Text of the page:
As Memorial Day weekend approaches, regional airports are gearing up for increased traffic while hoping to avoid the long lines and passenger frustration that have plagued cities such as Chicago in recent weeks.
“We’re anticipating some large crowds, starting this afternoon,” Jack Christine, deputy aviation director at Charlotte Douglas International Airport, said Thursday. “Our projected numbers show we’re looking at about a 6% increase in customers versus the same time frame last year.”
The airport has taken steps to keep those customers moving, including hiring about 40 “lobby managers” who help direct passengers to the correct ticket counter or security checkpoint and help them check bags. Those workers have been training since the middle of May.
“They’re going to be our front line,” Christine said. “This will be the first major test as far as a peak load, but we’re confident they’re going to be able to help us.”
Priority international check-in lines have also been moved further from the center of ticket counter activity, Christine said, to spread out the concentration of arriving passengers.
At Columbia Metropolitan Airport, passenger volume is up about 9% for the year, said executive director Dan Mann, and that number is expected to continue to grow throughout the summer travel season.
Despite the increase, “Our average wait time is measured in minutes, not hours,” Mann said. “You’re looking at generally much less than a 15-minute wait at a TSA checkpoint here.”
Though pre-check screening is sometimes understaffed, Manning said, “clearing customers, getting them through the checkpoint, is priority one. We’re seeing that staffed where it needs to be for the most part.”
Nationwide, airports have faced long lines since early spring. A crisis point came in Chicago, where thousands of passengers have missed flights because of lengthy security lines. American Airlines said 4,000 passengers have missed flights at O’Hare International Airport since February.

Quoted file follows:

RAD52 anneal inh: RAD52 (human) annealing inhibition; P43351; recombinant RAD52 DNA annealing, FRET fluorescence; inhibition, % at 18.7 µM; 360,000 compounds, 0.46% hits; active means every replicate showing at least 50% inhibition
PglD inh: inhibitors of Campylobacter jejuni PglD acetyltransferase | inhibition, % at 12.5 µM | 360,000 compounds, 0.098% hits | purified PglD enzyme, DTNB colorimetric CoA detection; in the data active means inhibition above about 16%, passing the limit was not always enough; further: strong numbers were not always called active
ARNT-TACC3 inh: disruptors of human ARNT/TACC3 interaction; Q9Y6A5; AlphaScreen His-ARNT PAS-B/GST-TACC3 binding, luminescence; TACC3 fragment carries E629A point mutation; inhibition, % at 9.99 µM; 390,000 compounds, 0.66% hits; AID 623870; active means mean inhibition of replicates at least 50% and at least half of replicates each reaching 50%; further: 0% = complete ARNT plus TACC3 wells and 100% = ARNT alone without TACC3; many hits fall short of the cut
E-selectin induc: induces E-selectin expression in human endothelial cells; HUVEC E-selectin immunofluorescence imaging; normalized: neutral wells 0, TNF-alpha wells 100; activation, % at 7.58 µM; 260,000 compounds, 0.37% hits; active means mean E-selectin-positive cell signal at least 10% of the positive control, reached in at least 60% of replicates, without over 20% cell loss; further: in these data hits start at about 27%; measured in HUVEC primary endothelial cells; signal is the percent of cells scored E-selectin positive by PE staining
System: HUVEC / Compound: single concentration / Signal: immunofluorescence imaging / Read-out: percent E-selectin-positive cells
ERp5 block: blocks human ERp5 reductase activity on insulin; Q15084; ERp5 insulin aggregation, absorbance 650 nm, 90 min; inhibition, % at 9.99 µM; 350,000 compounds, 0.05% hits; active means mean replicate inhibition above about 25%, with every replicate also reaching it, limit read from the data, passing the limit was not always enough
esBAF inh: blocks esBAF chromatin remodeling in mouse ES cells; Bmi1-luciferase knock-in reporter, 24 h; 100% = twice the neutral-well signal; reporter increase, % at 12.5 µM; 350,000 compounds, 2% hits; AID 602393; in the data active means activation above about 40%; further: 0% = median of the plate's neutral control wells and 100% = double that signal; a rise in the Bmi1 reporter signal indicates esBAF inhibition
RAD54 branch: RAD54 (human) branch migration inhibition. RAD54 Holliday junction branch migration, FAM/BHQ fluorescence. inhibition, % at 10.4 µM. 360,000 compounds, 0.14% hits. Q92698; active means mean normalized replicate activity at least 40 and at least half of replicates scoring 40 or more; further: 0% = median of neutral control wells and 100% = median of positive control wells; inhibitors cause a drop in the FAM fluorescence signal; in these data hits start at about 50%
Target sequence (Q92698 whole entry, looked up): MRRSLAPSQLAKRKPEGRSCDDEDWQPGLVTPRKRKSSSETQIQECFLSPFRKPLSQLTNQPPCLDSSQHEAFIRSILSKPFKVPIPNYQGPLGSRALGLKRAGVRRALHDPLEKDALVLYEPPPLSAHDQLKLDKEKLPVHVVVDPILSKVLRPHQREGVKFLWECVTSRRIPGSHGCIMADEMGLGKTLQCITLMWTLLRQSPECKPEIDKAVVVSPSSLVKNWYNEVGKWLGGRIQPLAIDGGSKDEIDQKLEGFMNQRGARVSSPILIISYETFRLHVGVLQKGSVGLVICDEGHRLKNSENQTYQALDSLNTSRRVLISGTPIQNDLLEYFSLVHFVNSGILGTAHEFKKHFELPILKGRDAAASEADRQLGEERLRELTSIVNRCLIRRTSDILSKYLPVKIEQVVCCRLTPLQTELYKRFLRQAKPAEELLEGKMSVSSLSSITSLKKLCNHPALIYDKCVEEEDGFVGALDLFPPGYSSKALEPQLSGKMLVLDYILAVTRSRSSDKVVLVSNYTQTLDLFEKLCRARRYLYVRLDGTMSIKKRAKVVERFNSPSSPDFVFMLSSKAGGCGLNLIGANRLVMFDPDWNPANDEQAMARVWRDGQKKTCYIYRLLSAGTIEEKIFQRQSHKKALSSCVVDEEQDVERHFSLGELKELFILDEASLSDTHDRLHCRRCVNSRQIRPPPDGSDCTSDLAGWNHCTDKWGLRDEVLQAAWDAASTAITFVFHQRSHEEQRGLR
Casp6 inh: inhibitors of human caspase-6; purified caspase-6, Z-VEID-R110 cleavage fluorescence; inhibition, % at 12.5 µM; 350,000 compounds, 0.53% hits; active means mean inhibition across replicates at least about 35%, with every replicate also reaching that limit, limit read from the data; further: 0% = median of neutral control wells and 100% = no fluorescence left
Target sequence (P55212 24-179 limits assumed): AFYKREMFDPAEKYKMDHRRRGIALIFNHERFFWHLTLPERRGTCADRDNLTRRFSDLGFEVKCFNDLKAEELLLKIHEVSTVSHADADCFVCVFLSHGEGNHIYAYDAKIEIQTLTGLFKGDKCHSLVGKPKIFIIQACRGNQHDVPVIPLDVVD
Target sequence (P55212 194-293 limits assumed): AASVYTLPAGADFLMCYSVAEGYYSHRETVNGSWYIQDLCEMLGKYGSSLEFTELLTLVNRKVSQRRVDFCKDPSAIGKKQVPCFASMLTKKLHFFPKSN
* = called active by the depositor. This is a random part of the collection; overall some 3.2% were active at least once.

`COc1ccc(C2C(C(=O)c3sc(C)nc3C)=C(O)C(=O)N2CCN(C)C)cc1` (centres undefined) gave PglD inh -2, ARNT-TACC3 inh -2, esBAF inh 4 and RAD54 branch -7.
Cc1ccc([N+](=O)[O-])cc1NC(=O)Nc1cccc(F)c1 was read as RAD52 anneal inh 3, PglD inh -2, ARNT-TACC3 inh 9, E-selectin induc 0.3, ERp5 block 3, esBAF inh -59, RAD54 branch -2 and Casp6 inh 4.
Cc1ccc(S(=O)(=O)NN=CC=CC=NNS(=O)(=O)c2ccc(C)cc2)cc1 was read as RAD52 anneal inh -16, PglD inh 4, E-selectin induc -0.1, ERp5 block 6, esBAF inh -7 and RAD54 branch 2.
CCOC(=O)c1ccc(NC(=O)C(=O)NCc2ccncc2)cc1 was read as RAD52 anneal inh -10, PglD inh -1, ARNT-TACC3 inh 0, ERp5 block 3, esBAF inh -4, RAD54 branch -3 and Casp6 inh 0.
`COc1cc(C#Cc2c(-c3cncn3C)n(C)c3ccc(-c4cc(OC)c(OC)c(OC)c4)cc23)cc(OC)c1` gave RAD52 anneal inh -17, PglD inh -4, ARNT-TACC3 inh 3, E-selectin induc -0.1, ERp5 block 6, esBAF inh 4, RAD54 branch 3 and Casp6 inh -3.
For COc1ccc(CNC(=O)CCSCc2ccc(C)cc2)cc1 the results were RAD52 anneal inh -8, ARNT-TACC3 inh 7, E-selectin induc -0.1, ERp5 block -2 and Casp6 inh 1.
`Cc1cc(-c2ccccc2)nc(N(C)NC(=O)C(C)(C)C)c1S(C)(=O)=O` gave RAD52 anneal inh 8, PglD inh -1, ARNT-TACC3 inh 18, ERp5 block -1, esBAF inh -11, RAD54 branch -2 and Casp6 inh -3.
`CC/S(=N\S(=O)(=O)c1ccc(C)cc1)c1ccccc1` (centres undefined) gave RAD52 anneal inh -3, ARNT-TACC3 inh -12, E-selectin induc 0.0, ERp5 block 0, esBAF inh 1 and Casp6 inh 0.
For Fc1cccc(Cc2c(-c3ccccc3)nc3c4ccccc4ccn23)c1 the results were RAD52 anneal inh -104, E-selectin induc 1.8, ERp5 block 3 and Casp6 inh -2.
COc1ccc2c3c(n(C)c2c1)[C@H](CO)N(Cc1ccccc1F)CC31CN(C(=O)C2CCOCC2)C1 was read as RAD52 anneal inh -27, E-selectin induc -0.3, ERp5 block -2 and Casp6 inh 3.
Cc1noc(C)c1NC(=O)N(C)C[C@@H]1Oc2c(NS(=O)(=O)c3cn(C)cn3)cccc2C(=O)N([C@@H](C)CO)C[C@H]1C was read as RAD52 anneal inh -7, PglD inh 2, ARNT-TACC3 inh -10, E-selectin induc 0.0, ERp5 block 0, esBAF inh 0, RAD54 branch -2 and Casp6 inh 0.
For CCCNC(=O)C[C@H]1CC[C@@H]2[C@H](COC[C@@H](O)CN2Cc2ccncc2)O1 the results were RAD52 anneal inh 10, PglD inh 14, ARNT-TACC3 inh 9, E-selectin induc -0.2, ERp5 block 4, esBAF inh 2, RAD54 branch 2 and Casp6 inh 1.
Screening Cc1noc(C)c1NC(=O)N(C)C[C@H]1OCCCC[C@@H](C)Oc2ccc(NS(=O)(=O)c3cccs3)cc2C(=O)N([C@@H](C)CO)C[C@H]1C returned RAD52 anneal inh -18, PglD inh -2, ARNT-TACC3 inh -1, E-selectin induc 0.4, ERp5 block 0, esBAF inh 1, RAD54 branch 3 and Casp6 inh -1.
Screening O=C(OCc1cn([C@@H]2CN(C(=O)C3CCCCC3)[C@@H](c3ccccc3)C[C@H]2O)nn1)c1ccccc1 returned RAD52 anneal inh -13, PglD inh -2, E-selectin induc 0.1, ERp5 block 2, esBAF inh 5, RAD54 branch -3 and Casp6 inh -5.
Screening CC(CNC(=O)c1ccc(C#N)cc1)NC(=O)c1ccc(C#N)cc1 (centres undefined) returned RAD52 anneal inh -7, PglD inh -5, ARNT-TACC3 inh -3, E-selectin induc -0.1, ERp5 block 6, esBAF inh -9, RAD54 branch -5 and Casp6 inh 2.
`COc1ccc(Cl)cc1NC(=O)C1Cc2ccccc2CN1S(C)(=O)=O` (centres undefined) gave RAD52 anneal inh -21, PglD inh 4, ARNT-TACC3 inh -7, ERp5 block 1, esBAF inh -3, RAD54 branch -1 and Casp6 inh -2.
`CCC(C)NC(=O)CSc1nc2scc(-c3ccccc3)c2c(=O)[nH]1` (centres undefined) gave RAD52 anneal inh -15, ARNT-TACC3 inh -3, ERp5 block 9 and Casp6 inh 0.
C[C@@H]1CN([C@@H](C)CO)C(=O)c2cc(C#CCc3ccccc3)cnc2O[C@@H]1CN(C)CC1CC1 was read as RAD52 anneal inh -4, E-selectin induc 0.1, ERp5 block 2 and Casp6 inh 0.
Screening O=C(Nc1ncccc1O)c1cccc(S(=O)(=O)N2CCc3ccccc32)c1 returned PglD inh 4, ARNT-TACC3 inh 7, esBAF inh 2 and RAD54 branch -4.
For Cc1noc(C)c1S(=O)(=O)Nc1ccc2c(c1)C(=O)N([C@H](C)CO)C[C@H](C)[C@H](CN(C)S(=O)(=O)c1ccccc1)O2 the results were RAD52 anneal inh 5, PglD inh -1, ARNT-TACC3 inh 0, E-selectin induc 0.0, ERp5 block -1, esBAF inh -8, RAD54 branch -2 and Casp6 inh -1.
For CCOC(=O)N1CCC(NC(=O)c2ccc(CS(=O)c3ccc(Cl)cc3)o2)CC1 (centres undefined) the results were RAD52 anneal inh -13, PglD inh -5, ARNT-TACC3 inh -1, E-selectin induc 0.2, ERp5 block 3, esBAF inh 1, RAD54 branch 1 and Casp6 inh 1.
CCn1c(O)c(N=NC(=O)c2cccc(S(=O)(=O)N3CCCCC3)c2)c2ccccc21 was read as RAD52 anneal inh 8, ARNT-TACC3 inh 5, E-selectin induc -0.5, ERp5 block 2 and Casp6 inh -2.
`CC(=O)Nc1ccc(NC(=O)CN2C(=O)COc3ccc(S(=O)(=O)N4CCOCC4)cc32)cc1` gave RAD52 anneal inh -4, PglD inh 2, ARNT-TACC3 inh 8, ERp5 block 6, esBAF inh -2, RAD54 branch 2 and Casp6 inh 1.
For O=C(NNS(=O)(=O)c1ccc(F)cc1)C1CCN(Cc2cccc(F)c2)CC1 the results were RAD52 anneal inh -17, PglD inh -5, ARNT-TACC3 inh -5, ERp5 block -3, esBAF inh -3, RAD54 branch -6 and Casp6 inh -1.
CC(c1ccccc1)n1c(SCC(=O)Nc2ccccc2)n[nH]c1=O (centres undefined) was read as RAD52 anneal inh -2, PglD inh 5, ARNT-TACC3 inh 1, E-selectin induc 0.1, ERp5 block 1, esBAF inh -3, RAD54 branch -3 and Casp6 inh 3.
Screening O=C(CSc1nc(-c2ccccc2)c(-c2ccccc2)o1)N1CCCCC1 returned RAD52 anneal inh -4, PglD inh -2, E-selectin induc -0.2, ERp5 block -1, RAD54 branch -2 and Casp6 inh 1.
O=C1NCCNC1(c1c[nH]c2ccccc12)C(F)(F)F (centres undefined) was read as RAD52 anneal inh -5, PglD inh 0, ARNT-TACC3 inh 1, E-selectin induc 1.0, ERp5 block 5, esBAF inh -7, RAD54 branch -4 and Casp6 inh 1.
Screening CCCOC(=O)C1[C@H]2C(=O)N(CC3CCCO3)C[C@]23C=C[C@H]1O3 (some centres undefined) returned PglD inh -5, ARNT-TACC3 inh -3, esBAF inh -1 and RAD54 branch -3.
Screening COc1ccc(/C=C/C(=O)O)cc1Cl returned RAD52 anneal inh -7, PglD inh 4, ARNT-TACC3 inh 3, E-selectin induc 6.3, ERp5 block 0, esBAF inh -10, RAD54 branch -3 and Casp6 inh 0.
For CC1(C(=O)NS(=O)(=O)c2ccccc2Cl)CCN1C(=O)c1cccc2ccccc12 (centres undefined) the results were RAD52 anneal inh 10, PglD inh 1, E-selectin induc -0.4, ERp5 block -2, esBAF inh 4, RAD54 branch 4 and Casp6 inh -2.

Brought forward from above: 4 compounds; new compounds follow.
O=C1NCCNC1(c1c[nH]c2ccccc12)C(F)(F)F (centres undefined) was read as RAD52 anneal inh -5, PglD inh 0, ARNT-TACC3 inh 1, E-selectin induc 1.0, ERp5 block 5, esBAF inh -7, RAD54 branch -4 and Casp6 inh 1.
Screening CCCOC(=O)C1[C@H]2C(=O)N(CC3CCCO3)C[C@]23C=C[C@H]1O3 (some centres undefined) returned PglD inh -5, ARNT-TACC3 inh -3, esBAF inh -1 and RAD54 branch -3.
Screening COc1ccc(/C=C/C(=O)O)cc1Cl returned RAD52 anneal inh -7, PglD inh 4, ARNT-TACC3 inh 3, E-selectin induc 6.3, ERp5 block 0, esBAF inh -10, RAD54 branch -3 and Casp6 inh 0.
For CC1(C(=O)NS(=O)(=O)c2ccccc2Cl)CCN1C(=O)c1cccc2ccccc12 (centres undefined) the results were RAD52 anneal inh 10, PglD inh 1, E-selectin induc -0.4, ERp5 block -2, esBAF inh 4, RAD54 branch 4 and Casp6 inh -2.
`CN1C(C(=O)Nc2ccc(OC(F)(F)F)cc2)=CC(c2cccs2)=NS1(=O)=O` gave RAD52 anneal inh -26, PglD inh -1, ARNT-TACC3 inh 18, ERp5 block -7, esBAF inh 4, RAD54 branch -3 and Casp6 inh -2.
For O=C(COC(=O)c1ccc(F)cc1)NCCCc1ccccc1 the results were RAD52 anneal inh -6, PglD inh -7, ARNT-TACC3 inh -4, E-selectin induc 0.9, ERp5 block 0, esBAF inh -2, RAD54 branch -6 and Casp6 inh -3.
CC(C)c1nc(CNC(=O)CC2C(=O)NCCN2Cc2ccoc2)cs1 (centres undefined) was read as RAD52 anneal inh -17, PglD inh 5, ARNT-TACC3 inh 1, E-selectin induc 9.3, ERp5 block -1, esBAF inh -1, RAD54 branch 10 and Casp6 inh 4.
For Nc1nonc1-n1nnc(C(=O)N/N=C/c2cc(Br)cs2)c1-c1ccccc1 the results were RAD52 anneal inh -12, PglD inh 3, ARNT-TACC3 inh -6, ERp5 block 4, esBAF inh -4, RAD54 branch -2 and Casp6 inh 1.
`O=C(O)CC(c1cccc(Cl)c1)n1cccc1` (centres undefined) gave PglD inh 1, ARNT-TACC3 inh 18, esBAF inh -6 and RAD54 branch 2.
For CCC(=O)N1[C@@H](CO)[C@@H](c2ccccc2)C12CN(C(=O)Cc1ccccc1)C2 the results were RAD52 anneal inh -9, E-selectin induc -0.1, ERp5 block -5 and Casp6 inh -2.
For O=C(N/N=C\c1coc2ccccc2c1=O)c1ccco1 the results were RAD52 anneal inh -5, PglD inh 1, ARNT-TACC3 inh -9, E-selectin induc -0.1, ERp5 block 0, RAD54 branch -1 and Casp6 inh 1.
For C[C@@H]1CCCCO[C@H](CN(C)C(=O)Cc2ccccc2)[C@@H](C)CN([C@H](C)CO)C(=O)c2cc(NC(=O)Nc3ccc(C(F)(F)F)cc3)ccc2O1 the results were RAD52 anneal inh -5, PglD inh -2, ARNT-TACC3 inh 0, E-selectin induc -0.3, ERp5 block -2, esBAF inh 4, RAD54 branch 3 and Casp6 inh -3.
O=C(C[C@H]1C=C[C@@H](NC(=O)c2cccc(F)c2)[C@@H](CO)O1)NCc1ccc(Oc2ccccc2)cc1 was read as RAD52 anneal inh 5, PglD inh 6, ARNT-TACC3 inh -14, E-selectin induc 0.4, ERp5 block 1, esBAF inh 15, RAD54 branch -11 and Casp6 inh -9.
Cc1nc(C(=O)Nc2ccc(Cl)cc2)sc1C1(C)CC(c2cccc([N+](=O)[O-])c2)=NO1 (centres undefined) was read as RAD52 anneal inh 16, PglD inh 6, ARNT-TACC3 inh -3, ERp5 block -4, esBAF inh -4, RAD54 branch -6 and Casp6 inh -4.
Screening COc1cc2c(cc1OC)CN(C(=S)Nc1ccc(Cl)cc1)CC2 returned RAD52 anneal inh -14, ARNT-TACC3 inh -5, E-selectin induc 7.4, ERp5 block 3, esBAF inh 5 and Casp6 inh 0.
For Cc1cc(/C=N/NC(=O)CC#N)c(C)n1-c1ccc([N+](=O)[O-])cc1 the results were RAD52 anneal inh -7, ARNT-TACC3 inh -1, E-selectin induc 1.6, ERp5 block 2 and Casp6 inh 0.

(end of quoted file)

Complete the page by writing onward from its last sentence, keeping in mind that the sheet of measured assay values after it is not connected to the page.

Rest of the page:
The TSA has blamed budget cuts for a shortage of screeners during a period of record travel volume. TSA spokesman Mike England said today that the organization is working to hire an additional 768 workers by June 15 and has gotten permission from Congress to reallocate budgetary funds for additional overtime.
“That’s more of an immediate fix,” England said.
England said TSA is also working to develop a mechanism to provide up-to-date wait time information. A current app allows passengers to enter wait times, but doesn’t receive enough regular data to be reliable, England said.
TSA also encourages passengers to sign up for the government’s PreCheck program, which expedites screening for those who submit to background check and pay an $85 fee.
England said sign-ups for the program have doubled from 8,000 a day to 16,000. At Charlotte Douglas, the number has grown in the past two months from 25 a day to 45, Christine said. Passengers can make an online appointment and register at airports or application centers.
“We don’t like to see long lines,” Christine said. “No one does, including the TSA. If we can do some things to help alleviate that without adding screeners, we’ll do everything we can. But we would like to see additional staffing to help ease the burden and provide a longer-term solution to the check-in lines.”
Last month, as TSA showed off a new automated baggage system which can process 4,000 bags an hour at Charlotte Douglas, airport Interim Aviation Director Brent Cagle send a letter to TSA asking for more checkpoint workers.
Airlines are also taking measures to shorten waits, bringing in contract employees to help with non-screening security duties. Homeland Security Secretary Jeh Johnson, who oversees TSA, has asked airlines to temporarily reduce or eliminate fees for checked bags to curtail the number of bags passing through security, but airlines have balked.
Today, TSA debuted two new screening lanes at Hartsfield-Jackson Atlanta International Airport that automatically reroute suspicious bags to a separate conveyor belt and automatically recirculate bins in efforts to save time. Earlier this week, a new consolidated TSA passenger screening checkpoint opened at Greenville-Spartanburg International Airport.
“We’re always looking for new technology and new innovations,” England said.
TSA encourages passengers to arrive at airports two hours before domestic flights and three hours before international flights.
If long waits persist at bigger airports, it could be a boon for smaller regional facilities.
Traditionally, Midlands passengers may have found Charlotte to have more flights or cheaper fares, but “when it becomes much less convenient to drive out of state, people will quit doing it,” Mann said. “I don’t want to say it’s a selling point for us, but it has been nice that those impacts haven’t affected us.”